The Securities and Exchange Commission has subpoenaed more than a dozen current and former Delphi executives to testify about improper accounting at the bankrupt auto supplier, according to published reports.

Among those served was former chairman and chief executive J.T. Battenberg III. The SEC cannot force people to testify, but can use that decision against them later if the agency later brings civil suits or seeks to bar them from serving as officers of publicly traded companies.

Lawyers familiar with the case have said at least three former mid- to upper-level executives, who were fired or forced to leave Delphi, have already declined to testify, including vice president of treasury, mergers and acquisitions, John Blahnik.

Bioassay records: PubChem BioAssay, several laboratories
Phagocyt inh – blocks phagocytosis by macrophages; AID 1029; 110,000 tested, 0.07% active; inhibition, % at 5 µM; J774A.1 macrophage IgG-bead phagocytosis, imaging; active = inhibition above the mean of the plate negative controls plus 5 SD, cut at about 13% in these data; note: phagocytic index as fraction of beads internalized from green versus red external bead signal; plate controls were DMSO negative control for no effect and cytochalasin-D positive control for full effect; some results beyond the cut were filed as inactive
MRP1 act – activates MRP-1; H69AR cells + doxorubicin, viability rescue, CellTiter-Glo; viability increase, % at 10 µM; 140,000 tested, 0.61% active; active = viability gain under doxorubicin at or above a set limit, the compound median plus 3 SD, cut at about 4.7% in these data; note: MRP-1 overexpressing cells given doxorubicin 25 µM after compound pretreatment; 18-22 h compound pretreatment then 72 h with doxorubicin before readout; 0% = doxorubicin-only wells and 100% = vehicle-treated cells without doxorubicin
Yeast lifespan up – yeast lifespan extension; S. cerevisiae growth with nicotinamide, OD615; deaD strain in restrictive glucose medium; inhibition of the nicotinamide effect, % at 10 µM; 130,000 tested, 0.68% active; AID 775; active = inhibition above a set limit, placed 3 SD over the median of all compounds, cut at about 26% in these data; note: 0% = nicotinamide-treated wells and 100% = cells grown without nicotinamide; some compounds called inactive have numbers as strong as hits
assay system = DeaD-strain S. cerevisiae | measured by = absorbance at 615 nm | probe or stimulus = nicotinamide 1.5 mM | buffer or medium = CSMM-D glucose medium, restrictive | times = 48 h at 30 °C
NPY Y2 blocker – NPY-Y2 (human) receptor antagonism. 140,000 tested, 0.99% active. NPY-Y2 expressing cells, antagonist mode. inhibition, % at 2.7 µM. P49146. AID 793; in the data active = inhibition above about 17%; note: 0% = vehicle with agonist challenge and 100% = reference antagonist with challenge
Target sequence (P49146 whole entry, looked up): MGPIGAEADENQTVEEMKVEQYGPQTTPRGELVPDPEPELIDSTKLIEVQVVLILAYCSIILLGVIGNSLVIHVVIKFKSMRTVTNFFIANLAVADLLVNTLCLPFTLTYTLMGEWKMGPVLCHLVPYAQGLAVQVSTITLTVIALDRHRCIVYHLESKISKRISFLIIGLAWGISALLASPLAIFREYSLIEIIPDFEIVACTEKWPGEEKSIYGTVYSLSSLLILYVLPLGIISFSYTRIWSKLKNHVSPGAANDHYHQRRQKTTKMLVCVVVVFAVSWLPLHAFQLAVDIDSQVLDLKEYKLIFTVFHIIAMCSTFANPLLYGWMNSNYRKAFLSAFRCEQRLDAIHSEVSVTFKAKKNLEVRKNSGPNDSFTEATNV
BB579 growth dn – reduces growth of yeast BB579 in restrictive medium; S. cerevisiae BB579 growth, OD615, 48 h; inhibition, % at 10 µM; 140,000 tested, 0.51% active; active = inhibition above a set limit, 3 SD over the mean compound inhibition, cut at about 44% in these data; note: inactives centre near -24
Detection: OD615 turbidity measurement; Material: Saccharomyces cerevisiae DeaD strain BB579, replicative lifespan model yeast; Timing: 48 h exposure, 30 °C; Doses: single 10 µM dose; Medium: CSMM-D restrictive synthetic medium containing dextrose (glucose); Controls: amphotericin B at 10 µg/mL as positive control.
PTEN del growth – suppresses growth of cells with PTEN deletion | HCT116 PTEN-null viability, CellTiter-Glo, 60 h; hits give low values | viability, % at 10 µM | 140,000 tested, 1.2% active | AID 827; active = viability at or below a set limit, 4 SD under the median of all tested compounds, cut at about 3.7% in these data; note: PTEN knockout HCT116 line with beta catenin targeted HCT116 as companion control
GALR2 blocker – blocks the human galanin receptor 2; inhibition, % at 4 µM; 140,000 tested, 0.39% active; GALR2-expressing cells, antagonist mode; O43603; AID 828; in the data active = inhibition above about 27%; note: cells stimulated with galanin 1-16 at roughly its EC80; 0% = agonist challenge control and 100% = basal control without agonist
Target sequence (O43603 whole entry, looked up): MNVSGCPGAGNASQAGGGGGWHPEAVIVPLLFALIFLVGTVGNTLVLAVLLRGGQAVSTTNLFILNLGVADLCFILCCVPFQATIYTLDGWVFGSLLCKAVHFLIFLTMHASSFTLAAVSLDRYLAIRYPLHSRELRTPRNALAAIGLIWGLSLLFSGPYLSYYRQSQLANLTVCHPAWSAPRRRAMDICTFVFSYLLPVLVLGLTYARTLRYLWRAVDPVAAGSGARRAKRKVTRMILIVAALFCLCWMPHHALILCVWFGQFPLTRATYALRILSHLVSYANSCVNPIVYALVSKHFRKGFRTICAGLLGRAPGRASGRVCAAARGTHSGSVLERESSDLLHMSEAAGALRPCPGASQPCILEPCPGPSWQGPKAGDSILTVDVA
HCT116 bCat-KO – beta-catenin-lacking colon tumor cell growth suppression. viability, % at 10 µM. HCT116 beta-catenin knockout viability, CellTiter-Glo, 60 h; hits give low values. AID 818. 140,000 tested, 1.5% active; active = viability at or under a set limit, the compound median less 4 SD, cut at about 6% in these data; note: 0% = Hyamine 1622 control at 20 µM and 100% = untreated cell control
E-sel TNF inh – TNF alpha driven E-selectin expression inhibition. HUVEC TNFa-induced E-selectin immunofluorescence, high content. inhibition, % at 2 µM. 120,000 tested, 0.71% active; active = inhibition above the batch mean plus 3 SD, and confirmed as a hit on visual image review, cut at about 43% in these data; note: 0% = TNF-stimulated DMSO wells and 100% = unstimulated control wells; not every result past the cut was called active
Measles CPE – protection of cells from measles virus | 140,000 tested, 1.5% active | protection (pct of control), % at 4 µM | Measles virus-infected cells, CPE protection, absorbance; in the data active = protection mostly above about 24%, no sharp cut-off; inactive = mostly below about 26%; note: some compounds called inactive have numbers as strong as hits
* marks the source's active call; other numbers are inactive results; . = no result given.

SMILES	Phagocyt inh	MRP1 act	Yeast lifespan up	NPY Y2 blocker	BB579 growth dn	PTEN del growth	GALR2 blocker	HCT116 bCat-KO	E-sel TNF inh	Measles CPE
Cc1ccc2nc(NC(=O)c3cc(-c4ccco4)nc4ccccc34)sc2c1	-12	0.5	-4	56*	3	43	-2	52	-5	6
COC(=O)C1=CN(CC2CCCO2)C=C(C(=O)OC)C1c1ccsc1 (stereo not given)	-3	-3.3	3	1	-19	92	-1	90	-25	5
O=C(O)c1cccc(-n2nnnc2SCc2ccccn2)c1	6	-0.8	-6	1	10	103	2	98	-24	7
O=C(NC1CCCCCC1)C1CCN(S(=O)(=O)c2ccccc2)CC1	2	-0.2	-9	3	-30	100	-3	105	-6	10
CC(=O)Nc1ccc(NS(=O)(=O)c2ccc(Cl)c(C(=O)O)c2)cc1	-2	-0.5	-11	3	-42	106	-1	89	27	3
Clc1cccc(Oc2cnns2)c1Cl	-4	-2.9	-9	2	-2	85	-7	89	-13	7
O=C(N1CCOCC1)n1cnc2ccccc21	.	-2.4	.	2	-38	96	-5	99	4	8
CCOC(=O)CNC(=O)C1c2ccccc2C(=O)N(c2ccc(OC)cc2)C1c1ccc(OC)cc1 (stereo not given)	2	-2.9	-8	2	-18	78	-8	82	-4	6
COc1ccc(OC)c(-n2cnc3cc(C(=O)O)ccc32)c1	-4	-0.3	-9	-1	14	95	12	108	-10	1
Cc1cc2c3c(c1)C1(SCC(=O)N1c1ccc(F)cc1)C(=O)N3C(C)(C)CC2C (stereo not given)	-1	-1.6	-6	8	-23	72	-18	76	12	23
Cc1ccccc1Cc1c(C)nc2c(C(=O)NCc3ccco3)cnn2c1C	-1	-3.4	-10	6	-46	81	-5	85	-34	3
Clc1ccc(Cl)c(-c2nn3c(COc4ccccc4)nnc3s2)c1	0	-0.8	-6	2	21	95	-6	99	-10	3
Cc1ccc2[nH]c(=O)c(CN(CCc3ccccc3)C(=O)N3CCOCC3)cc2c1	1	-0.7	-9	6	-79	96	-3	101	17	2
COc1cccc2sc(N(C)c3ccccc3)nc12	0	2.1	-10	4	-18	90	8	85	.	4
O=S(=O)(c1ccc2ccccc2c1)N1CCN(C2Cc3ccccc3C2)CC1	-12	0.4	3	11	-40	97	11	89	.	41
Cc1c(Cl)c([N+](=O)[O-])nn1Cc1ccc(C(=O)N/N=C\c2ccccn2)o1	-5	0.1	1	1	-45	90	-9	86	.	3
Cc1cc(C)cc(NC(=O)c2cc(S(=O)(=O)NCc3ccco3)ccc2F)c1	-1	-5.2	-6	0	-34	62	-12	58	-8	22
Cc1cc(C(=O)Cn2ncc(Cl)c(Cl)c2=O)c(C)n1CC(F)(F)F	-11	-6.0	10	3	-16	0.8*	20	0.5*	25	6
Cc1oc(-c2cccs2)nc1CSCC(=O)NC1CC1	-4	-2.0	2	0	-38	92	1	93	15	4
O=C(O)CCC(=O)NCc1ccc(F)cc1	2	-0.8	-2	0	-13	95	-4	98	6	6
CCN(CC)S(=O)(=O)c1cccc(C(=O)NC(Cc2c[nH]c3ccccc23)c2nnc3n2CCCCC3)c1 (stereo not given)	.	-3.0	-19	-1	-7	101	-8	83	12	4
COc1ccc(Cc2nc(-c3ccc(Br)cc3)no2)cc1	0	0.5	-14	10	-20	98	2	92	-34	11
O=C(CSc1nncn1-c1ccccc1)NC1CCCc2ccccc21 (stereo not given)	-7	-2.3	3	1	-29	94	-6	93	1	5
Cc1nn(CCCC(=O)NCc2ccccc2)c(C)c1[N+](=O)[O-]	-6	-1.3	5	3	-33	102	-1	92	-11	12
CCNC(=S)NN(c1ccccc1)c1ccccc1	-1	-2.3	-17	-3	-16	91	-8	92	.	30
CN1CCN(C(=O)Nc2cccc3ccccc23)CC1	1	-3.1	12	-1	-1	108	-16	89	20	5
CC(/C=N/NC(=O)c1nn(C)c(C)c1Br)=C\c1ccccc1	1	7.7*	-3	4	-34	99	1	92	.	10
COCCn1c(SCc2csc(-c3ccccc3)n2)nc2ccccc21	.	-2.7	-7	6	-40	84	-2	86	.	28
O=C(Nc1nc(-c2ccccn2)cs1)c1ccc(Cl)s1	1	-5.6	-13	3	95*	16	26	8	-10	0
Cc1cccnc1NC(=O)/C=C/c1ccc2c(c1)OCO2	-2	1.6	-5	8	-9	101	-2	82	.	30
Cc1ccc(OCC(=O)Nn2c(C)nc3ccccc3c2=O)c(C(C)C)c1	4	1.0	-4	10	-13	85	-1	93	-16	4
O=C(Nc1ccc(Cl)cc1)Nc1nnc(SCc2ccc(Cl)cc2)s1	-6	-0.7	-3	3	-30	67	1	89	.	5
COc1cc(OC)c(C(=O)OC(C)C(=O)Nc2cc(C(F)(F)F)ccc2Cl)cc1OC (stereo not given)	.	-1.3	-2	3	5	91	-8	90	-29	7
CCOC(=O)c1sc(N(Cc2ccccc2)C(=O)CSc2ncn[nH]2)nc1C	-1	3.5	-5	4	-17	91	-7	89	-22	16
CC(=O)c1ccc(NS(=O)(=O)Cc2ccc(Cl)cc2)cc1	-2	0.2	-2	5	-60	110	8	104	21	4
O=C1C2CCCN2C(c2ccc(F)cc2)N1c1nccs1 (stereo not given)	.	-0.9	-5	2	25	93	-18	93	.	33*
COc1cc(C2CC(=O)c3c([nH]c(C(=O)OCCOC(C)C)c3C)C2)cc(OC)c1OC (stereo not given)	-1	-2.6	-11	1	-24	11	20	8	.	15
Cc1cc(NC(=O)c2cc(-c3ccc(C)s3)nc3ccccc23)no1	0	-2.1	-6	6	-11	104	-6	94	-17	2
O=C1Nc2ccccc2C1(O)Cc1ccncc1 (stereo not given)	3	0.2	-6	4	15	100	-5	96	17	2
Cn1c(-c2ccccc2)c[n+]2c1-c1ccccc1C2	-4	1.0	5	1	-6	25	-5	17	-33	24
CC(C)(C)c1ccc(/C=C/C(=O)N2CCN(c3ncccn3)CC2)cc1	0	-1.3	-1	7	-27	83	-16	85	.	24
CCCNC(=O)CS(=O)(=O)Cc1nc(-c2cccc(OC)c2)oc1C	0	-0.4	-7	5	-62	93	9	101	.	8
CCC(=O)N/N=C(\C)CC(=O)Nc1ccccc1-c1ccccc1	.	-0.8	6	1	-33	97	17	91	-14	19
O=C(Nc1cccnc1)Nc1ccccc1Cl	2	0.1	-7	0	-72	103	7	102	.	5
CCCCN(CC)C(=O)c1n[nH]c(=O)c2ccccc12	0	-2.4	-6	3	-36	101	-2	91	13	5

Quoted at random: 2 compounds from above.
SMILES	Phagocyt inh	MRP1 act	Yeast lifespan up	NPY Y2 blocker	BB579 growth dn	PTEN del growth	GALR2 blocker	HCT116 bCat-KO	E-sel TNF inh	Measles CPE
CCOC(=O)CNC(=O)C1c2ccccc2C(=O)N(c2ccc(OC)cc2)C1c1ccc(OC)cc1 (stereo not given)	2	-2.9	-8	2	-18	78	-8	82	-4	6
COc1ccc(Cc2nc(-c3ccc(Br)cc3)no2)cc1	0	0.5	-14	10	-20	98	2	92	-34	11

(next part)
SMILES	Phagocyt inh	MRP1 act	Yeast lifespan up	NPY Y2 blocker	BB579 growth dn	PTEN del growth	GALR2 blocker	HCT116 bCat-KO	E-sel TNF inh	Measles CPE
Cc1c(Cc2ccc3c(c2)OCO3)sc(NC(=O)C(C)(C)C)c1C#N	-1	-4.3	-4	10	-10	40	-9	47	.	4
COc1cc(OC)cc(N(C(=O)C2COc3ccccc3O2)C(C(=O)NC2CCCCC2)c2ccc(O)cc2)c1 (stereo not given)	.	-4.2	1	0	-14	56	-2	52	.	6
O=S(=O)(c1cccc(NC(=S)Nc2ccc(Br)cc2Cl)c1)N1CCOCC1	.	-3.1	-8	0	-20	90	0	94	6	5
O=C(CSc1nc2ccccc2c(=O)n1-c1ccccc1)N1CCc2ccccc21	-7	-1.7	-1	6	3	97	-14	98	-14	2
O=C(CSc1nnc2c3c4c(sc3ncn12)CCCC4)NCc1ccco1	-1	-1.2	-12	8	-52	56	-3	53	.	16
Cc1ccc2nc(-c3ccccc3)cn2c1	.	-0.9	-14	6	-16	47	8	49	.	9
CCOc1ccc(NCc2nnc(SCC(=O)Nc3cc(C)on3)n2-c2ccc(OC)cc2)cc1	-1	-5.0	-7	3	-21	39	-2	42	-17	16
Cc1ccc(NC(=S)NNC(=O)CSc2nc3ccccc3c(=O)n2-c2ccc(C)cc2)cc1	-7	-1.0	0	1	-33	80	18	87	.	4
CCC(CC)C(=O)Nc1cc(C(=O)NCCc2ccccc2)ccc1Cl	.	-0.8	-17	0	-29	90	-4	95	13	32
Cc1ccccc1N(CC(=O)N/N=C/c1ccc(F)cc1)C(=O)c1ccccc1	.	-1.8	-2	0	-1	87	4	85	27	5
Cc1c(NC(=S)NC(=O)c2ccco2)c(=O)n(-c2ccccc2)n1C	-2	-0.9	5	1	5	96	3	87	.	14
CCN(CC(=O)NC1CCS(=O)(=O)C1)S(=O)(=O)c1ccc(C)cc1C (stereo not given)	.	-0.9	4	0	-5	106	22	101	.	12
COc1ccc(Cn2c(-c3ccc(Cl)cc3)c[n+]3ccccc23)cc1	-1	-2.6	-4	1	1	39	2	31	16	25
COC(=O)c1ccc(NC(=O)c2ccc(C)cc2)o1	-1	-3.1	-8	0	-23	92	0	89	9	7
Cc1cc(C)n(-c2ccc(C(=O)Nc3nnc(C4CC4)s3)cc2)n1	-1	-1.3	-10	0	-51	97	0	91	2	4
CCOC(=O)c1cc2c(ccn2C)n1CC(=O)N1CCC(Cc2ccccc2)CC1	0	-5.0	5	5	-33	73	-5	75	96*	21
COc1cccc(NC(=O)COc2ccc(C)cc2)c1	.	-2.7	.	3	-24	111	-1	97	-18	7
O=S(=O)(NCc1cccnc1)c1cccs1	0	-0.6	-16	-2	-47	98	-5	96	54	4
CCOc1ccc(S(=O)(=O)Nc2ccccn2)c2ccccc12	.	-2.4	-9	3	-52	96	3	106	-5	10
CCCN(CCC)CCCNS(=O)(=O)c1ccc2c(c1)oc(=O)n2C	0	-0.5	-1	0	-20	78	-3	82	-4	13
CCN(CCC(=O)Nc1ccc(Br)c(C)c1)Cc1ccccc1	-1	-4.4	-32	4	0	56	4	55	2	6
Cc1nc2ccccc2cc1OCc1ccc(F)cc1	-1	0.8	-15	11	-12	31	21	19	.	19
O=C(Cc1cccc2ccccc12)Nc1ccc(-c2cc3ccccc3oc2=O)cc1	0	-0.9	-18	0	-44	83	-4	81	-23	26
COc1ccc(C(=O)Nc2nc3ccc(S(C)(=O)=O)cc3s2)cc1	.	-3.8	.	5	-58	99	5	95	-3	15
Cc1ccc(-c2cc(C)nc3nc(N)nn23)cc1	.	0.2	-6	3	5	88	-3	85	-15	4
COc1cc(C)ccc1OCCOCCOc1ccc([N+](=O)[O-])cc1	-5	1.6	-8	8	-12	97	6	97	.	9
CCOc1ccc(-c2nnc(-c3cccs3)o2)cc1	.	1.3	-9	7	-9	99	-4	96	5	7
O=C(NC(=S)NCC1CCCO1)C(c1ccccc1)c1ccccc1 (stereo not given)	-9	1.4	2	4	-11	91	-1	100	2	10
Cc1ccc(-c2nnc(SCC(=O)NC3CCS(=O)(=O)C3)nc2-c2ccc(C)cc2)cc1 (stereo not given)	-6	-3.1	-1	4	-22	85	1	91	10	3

Delphi has admitted to widespread financial errors in a series of restatements, saying that improper accounting for transactions helped the company achieve earnings targets. In June, Delphi cut 2001 earnings by $265 million, reduced its 2002 net income by $24 million and narrowed its 2003 net loss by $46 million.Six Delphi executives have been forced to leave the company in the wake of the scandal -- including the company's vice chairman and chief financial officer, Alan Dawes; former treasurer Pam Geller; and Paul Free, the company's former chief accountant and controller. Delphi has offered no comment, other than saying the company is continuing to cooperate with the SEC.

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